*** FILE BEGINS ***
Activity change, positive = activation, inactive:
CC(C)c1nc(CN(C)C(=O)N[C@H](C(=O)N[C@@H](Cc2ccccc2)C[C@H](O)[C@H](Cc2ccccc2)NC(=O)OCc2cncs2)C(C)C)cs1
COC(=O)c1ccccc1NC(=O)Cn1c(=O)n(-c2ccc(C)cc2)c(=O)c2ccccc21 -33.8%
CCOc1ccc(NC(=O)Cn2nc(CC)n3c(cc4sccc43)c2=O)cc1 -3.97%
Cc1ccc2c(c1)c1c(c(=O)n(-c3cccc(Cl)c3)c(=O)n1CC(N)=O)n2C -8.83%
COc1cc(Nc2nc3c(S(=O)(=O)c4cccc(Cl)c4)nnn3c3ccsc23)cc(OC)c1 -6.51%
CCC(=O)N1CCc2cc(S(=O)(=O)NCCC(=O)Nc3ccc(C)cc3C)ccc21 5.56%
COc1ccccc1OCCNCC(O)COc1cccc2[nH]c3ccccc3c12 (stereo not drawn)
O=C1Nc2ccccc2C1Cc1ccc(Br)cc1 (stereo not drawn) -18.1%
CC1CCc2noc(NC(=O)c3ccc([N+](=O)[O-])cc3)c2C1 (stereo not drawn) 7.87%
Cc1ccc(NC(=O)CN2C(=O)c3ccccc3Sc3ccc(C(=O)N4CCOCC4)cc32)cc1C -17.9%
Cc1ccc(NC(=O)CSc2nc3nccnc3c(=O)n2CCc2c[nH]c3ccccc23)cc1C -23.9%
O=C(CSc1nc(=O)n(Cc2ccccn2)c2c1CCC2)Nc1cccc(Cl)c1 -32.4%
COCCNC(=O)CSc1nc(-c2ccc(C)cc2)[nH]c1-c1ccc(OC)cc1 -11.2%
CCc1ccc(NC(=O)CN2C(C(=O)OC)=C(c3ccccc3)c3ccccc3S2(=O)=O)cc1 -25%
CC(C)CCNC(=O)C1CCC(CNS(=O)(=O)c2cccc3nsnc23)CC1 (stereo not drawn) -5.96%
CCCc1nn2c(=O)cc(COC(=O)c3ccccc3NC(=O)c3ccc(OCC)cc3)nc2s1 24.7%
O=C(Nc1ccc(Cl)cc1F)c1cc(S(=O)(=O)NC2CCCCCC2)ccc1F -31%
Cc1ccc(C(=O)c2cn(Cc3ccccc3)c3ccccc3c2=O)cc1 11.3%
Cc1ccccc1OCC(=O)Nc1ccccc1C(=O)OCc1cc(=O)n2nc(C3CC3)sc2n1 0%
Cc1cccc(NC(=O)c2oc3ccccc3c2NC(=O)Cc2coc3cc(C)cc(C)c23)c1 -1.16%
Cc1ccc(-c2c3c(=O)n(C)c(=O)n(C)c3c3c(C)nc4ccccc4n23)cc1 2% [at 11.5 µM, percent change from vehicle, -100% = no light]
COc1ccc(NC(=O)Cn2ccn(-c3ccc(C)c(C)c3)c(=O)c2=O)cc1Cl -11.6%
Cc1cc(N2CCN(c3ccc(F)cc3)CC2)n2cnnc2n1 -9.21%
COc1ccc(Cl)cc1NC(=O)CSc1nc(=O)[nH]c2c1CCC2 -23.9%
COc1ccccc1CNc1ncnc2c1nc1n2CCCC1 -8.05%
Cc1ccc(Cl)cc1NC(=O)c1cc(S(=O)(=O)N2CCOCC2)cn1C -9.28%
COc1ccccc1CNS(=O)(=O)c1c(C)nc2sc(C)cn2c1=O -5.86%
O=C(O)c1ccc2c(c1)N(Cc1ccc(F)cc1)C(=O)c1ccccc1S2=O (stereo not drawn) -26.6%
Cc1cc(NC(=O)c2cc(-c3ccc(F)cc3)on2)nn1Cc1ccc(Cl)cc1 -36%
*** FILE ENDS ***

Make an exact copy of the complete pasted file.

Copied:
Activity change, positive = activation, inactive:
CC(C)c1nc(CN(C)C(=O)N[C@H](C(=O)N[C@@H](Cc2ccccc2)C[C@H](O)[C@H](Cc2ccccc2)NC(=O)OCc2cncs2)C(C)C)cs1
COC(=O)c1ccccc1NC(=O)Cn1c(=O)n(-c2ccc(C)cc2)c(=O)c2ccccc21 -33.8%
CCOc1ccc(NC(=O)Cn2nc(CC)n3c(cc4sccc43)c2=O)cc1 -3.97%
Cc1ccc2c(c1)c1c(c(=O)n(-c3cccc(Cl)c3)c(=O)n1CC(N)=O)n2C -8.83%
COc1cc(Nc2nc3c(S(=O)(=O)c4cccc(Cl)c4)nnn3c3ccsc23)cc(OC)c1 -6.51%
CCC(=O)N1CCc2cc(S(=O)(=O)NCCC(=O)Nc3ccc(C)cc3C)ccc21 5.56%
COc1ccccc1OCCNCC(O)COc1cccc2[nH]c3ccccc3c12 (stereo not drawn)
O=C1Nc2ccccc2C1Cc1ccc(Br)cc1 (stereo not drawn) -18.1%
CC1CCc2noc(NC(=O)c3ccc([N+](=O)[O-])cc3)c2C1 (stereo not drawn) 7.87%
Cc1ccc(NC(=O)CN2C(=O)c3ccccc3Sc3ccc(C(=O)N4CCOCC4)cc32)cc1C -17.9%
Cc1ccc(NC(=O)CSc2nc3nccnc3c(=O)n2CCc2c[nH]c3ccccc23)cc1C -23.9%
O=C(CSc1nc(=O)n(Cc2ccccn2)c2c1CCC2)Nc1cccc(Cl)c1 -32.4%
COCCNC(=O)CSc1nc(-c2ccc(C)cc2)[nH]c1-c1ccc(OC)cc1 -11.2%
CCc1ccc(NC(=O)CN2C(C(=O)OC)=C(c3ccccc3)c3ccccc3S2(=O)=O)cc1 -25%
CC(C)CCNC(=O)C1CCC(CNS(=O)(=O)c2cccc3nsnc23)CC1 (stereo not drawn) -5.96%
CCCc1nn2c(=O)cc(COC(=O)c3ccccc3NC(=O)c3ccc(OCC)cc3)nc2s1 24.7%
O=C(Nc1ccc(Cl)cc1F)c1cc(S(=O)(=O)NC2CCCCCC2)ccc1F -31%
Cc1ccc(C(=O)c2cn(Cc3ccccc3)c3ccccc3c2=O)cc1 11.3%
Cc1ccccc1OCC(=O)Nc1ccccc1C(=O)OCc1cc(=O)n2nc(C3CC3)sc2n1 0%
Cc1cccc(NC(=O)c2oc3ccccc3c2NC(=O)Cc2coc3cc(C)cc(C)c23)c1 -1.16%
Cc1ccc(-c2c3c(=O)n(C)c(=O)n(C)c3c3c(C)nc4ccccc4n23)cc1 2% [at 11.5 µM, percent change from vehicle, -100% = no light]
COc1ccc(NC(=O)Cn2ccn(-c3ccc(C)c(C)c3)c(=O)c2=O)cc1Cl -11.6%
Cc1cc(N2CCN(c3ccc(F)cc3)CC2)n2cnnc2n1 -9.21%
COc1ccc(Cl)cc1NC(=O)CSc1nc(=O)[nH]c2c1CCC2 -23.9%
COc1ccccc1CNc1ncnc2c1nc1n2CCCC1 -8.05%
Cc1ccc(Cl)cc1NC(=O)c1cc(S(=O)(=O)N2CCOCC2)cn1C -9.28%
COc1ccccc1CNS(=O)(=O)c1c(C)nc2sc(C)cn2c1=O -5.86%
O=C(O)c1ccc2c(c1)N(Cc1ccc(F)cc1)C(=O)c1ccccc1S2=O (stereo not drawn) -26.6%
Cc1cc(NC(=O)c2cc(-c3ccc(F)cc3)on2)nn1Cc1ccc(Cl)cc1 -36%